Bhanpura, some 200km from Bhopal, is home to Hindu Singh, a 64-year-old farmer. His family is among 77 families in the village that thrive on agriculture. Singh comes from a family of landholders. With each generation though, the size of the land decreased, and Singh was left with five acres. With a family of five to feed, Singh also rears cattle.
Till three decades ago, says Singh, the harvest was good, thanks to regular rainfall and good moisture levels in the soil. But as the population grew, trees were felled to bring more land under cultivation. That was the biggest mistake our parents made, says Singh. A depleted green cover affected crop production. The land that was used for cattle grazing, too, started vanishing. It became difficult to rear cattle as stall-feeding was too costly.
“We did not have any place left in the village where we could graze our cattle,” says Singh. “The final blow came in 2002 when the Madhya Pradesh government decided to distribute the remaining village common land to poor scheduled caste families. It was only in 2007 when ITC [Limited] chose Bhanpura under its 'Mission Sunehra Kal' that things changed.”
'Mission Sunehra Kal' is a social investment programme of ITC, in collaboration with state governments and NGOs, in areas from where it procures grains. “Under this programme, we try to revive the good old practices that are dying, and introduce new interventions in rural lives to augment incomes and lifestyles of villagers,” says Giresh Mohan, regional manager of ITC, who is in charge of corporate social investments.
Bhanpura is one of 226 villages in Madhya Pradesh, Rajasthan and Maharashtra where around 5,000 hectares have been successfully restored for village common use under the programme. “While in some villages we have supported farmers to rejuvenate irrigation facilities, strengthen dairy farming and create watersheds for groundwater charging, in some [others] we have helped people to restore village common lands,” says Rajnikant Rai, COO of the company's agri business division.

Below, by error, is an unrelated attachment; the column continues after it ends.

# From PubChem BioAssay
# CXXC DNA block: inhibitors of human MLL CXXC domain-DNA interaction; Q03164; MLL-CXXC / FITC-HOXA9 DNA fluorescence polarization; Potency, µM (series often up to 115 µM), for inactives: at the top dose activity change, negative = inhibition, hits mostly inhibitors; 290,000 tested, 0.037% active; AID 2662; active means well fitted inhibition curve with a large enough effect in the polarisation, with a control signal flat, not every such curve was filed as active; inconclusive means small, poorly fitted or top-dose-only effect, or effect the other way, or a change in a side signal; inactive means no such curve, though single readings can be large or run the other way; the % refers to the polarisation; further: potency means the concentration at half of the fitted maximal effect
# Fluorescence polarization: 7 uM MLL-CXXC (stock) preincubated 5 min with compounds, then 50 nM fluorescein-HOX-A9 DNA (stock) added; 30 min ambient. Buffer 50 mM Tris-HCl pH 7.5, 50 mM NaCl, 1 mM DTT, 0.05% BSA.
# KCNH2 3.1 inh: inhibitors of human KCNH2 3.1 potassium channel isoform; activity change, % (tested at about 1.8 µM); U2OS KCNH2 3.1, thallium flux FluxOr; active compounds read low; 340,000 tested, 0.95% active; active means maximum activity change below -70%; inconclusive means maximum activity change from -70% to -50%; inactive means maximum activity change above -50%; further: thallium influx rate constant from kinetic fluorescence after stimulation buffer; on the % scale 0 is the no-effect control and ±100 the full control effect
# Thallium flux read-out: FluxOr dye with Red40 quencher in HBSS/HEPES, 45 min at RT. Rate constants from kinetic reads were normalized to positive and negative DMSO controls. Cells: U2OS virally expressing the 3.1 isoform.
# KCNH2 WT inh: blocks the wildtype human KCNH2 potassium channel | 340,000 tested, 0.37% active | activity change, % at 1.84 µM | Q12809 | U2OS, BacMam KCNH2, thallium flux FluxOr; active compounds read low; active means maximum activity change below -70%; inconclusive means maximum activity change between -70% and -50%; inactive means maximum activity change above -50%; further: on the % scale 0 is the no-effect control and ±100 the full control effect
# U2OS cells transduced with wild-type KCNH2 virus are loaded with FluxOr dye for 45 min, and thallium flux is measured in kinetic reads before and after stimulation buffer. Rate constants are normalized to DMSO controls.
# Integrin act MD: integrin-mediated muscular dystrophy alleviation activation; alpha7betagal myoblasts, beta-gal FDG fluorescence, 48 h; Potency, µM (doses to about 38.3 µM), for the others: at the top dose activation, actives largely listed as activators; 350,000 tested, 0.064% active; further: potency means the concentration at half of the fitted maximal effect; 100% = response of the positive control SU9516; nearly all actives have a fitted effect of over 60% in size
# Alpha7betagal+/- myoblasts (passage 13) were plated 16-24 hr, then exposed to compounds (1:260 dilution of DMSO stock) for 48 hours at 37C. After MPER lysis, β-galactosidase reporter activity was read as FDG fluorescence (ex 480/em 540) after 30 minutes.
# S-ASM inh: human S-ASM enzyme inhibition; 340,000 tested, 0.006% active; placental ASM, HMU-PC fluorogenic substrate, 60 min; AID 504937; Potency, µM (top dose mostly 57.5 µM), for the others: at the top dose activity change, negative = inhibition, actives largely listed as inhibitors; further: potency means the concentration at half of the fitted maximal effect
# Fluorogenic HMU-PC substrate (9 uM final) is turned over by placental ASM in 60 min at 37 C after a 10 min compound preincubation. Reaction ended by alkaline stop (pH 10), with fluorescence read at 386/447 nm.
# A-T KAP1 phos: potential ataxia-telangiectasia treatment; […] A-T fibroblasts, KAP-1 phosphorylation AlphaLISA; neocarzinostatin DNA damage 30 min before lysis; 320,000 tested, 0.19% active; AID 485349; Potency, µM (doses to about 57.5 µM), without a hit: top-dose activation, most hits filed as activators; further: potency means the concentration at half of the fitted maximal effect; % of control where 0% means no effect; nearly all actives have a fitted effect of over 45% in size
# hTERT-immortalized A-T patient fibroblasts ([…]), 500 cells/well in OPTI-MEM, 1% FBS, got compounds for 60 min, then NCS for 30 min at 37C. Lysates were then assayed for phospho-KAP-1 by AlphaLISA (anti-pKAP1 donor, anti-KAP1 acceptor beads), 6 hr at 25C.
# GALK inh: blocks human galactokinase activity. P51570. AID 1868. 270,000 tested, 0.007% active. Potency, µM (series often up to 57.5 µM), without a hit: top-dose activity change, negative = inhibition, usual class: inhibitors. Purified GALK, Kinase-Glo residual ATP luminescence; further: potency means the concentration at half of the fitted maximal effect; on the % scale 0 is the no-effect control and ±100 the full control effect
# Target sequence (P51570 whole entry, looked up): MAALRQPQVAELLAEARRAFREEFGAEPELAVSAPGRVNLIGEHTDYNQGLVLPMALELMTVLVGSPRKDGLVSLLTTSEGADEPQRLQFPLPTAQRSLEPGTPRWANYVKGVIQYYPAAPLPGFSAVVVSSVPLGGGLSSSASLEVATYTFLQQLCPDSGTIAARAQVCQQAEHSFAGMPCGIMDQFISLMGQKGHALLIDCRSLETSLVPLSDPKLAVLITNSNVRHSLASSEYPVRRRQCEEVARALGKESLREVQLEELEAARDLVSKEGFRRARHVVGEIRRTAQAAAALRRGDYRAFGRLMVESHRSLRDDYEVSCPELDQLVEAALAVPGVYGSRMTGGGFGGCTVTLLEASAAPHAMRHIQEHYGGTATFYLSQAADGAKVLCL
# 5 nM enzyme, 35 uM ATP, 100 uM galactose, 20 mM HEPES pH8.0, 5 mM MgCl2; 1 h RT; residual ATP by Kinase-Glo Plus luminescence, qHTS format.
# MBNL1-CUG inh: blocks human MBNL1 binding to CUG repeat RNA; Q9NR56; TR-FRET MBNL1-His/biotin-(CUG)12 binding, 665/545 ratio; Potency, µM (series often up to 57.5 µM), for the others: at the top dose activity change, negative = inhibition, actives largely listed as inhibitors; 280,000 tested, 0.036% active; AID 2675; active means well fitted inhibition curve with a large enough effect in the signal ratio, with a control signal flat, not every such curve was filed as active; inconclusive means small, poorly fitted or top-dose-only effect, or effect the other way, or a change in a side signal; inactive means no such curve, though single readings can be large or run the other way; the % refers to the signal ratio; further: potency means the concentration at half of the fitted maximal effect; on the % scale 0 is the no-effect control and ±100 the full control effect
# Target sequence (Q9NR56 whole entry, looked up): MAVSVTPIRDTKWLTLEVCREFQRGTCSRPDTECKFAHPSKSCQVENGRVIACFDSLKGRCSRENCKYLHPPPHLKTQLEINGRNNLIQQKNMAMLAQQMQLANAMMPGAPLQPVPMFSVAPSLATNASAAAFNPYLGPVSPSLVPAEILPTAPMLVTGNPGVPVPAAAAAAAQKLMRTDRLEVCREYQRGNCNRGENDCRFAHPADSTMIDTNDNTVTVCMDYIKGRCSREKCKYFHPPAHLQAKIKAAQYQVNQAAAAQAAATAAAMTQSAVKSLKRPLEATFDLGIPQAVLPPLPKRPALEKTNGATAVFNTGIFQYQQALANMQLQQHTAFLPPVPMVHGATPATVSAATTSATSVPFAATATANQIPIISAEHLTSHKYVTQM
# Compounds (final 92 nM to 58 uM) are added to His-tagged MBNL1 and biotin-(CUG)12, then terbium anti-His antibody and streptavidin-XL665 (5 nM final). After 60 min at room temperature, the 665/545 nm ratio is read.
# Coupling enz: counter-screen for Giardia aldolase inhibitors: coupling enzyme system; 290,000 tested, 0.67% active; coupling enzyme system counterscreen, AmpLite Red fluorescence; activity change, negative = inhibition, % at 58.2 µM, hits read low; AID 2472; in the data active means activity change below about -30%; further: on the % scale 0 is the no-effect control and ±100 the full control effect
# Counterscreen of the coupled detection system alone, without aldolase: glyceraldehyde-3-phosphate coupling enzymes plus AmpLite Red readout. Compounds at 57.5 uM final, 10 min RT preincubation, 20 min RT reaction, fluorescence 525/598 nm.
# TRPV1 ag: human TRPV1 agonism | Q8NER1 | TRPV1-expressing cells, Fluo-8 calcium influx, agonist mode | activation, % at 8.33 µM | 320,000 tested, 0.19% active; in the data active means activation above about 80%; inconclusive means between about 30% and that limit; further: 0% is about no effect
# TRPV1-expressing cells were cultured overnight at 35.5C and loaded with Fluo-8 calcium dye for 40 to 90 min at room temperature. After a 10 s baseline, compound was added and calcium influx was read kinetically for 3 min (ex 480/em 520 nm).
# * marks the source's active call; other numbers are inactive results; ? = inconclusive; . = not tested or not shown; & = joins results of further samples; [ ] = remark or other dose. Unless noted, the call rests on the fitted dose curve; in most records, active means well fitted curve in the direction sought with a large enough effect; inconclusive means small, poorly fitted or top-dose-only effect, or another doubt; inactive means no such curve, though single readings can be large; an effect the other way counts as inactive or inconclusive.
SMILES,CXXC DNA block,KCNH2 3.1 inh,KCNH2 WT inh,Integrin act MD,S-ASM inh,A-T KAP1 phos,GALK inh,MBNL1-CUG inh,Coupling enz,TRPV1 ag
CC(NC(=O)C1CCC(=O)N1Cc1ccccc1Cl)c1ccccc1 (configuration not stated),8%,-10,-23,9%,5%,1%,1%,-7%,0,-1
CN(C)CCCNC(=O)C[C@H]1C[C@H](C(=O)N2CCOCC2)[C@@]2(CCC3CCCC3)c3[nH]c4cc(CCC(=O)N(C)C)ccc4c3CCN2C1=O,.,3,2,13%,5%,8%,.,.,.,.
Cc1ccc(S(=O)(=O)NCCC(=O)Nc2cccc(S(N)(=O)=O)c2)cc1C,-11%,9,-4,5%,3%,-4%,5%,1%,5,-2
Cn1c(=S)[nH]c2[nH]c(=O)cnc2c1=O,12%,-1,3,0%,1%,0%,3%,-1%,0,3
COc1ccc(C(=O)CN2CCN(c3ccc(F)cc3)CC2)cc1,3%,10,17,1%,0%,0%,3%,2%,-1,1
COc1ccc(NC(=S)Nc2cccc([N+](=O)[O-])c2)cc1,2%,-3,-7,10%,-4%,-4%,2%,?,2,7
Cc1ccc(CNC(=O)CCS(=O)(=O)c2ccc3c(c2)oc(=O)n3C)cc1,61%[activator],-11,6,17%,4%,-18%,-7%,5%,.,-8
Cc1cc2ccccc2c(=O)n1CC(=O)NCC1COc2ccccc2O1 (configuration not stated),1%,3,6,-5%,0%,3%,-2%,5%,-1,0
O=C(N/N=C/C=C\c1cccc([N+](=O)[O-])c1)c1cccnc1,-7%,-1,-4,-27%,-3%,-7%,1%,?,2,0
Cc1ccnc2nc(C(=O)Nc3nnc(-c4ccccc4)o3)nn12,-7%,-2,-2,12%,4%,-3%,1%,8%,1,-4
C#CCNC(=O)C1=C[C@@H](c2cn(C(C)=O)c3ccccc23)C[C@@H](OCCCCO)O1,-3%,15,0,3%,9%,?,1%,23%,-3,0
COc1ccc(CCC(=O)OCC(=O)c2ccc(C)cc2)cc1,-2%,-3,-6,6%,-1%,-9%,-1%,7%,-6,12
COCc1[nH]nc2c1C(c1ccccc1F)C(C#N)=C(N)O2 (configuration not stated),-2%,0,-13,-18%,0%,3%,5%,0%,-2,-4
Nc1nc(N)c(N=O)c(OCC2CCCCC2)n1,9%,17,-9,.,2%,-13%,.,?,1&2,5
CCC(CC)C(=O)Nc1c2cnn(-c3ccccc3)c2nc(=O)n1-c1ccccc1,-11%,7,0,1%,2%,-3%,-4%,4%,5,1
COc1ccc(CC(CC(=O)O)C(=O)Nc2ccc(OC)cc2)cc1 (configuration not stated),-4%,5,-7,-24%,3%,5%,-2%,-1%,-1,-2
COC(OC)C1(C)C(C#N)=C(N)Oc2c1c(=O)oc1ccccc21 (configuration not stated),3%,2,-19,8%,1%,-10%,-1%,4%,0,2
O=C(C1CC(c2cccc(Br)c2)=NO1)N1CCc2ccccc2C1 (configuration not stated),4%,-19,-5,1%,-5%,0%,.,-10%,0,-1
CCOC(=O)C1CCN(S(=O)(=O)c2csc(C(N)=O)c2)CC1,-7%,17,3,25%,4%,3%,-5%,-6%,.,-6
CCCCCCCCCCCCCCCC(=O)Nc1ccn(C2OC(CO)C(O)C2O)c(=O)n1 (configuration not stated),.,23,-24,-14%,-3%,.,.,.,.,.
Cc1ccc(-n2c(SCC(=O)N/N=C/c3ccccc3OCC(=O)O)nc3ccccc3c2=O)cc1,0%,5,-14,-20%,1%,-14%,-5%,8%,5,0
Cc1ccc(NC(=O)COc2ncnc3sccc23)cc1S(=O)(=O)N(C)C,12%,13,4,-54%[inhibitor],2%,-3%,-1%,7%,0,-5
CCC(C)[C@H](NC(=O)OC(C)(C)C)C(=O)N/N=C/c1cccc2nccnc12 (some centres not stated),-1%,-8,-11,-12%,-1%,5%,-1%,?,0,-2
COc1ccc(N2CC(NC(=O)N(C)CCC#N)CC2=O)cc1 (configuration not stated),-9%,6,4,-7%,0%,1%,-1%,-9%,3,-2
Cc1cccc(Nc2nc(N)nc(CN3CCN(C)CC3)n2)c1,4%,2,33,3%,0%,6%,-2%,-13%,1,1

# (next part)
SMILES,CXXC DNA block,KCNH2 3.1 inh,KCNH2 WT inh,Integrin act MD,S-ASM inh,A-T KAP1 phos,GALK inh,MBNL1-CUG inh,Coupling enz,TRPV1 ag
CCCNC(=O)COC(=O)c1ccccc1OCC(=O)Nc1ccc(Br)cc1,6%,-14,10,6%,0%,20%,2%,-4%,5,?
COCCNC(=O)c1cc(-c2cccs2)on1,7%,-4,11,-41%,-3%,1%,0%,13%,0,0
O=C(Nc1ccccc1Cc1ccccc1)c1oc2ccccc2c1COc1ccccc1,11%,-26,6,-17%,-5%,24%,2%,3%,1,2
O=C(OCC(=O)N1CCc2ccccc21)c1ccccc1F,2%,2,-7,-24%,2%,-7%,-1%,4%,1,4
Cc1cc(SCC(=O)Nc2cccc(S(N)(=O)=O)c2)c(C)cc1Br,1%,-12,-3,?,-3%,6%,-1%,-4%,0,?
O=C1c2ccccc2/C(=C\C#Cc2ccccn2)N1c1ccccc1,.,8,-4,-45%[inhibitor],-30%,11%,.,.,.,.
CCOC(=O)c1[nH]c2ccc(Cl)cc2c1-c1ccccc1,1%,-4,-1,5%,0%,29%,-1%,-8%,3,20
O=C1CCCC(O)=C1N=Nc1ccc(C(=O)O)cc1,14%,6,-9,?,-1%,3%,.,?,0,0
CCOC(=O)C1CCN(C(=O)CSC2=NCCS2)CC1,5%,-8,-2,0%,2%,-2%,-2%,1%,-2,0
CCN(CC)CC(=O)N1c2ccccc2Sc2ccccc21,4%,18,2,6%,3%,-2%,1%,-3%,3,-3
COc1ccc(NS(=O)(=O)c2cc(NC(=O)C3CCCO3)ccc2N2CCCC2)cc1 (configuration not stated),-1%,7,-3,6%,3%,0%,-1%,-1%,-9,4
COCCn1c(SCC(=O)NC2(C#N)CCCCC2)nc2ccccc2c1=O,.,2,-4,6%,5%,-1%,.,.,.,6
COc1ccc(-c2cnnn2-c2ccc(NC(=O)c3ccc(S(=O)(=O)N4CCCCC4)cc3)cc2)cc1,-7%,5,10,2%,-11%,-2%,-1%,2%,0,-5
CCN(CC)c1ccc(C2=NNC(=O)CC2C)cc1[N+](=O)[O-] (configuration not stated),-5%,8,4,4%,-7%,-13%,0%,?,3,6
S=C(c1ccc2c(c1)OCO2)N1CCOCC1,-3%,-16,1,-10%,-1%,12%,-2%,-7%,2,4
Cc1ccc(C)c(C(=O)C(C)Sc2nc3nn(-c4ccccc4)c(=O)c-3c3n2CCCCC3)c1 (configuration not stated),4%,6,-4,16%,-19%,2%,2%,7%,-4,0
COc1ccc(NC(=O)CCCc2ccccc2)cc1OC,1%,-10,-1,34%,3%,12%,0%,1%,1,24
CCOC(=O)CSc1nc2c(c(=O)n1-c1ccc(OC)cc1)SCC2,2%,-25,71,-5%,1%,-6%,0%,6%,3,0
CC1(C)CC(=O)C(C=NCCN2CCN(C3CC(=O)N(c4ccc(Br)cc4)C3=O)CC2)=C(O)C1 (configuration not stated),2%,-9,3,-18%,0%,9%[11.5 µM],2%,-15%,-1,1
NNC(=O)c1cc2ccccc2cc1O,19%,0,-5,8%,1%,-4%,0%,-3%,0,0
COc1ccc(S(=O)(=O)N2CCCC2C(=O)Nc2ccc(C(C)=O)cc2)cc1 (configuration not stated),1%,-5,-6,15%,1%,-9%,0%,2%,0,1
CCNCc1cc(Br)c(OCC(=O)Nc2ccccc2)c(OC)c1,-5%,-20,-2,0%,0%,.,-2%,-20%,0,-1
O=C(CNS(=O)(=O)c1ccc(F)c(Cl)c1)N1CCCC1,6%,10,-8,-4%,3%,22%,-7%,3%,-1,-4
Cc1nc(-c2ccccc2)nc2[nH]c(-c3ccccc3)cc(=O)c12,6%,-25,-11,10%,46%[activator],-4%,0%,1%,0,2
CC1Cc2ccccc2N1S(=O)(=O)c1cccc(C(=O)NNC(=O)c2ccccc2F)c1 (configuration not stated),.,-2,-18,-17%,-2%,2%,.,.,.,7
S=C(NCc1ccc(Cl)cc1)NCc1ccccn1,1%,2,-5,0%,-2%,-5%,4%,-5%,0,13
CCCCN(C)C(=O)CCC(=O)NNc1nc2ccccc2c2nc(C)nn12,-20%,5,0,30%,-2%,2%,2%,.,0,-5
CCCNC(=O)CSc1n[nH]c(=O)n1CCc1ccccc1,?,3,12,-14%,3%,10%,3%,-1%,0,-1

Common village land or commons, explains Mohan, are the land resources, like foraging and pasture land, within the boundary of a village formally held by the panchayat or a community in the village. “Common lands in India have played a vital role in supporting the village economy,” says Rai. “They provide a wide range of products and services to poor, marginal and small landholders, ranging from provisioning services such as fuel, food, fodder and timber to regulating services such as maintaining the hydrological cycle, water recharge, sink for greenhouse gases, erosion control and maintaining soil fertility, which have a significant bearing on climate change mitigation and adaptation.”
The modus operandi to revive these commons is simple, says Mohan. “The ITC and partner NGOs engage with villagers through traditional governance structures such as panchayats and religion-based informal groups,” he says. “These members are then organised into village development committees. They are trained and incentivised to manage grazing, protect forests, build water harvesting structures for recharge and soil conservation measures to reduce erosion.” To protect the commons, a 'social fencing' is formed, which is nothing but people’s will to obey rules and regulations. The produce from these commons is distributed among villagers through benefit-sharing arrangements.